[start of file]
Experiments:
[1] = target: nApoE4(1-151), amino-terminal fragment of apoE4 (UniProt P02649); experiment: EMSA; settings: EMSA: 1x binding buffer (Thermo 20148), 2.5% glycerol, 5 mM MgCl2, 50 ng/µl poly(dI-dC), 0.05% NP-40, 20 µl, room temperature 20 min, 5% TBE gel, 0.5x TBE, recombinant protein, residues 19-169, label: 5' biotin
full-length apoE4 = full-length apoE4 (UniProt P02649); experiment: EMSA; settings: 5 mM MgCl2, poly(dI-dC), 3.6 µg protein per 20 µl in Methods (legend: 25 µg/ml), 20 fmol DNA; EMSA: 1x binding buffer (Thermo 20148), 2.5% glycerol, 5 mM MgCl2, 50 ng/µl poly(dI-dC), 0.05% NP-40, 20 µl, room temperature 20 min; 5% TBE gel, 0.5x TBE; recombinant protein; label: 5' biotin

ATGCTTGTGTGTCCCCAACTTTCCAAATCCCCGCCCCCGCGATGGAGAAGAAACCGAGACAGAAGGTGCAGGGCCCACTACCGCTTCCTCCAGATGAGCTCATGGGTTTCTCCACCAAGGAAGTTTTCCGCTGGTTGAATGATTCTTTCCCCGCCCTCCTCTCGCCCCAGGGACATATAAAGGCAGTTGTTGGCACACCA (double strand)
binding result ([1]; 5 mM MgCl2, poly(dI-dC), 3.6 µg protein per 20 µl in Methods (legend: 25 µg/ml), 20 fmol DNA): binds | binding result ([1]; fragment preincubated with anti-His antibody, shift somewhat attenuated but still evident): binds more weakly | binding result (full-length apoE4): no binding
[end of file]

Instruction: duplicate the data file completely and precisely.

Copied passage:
Experiments:
[1] = target: nApoE4(1-151), amino-terminal fragment of apoE4 (UniProt P02649); experiment: EMSA; settings: EMSA: 1x binding buffer (Thermo 20148), 2.5% glycerol, 5 mM MgCl2, 50 ng/µl poly(dI-dC), 0.05% NP-40, 20 µl, room temperature 20 min, 5% TBE gel, 0.5x TBE, recombinant protein, residues 19-169, label: 5' biotin
full-length apoE4 = full-length apoE4 (UniProt P02649); experiment: EMSA; settings: 5 mM MgCl2, poly(dI-dC), 3.6 µg protein per 20 µl in Methods (legend: 25 µg/ml), 20 fmol DNA; EMSA: 1x binding buffer (Thermo 20148), 2.5% glycerol, 5 mM MgCl2, 50 ng/µl poly(dI-dC), 0.05% NP-40, 20 µl, room temperature 20 min; 5% TBE gel, 0.5x TBE; recombinant protein; label: 5' biotin

ATGCTTGTGTGTCCCCAACTTTCCAAATCCCCGCCCCCGCGATGGAGAAGAAACCGAGACAGAAGGTGCAGGGCCCACTACCGCTTCCTCCAGATGAGCTCATGGGTTTCTCCACCAAGGAAGTTTTCCGCTGGTTGAATGATTCTTTCCCCGCCCTCCTCTCGCCCCAGGGACATATAAAGGCAGTTGTTGGCACACCA (double strand)
binding result ([1]; 5 mM MgCl2, poly(dI-dC), 3.6 µg protein per 20 µl in Methods (legend: 25 µg/ml), 20 fmol DNA): binds | binding result ([1]; fragment preincubated with anti-His antibody, shift somewhat attenuated but still evident): binds more weakly | binding result (full-length apoE4): no binding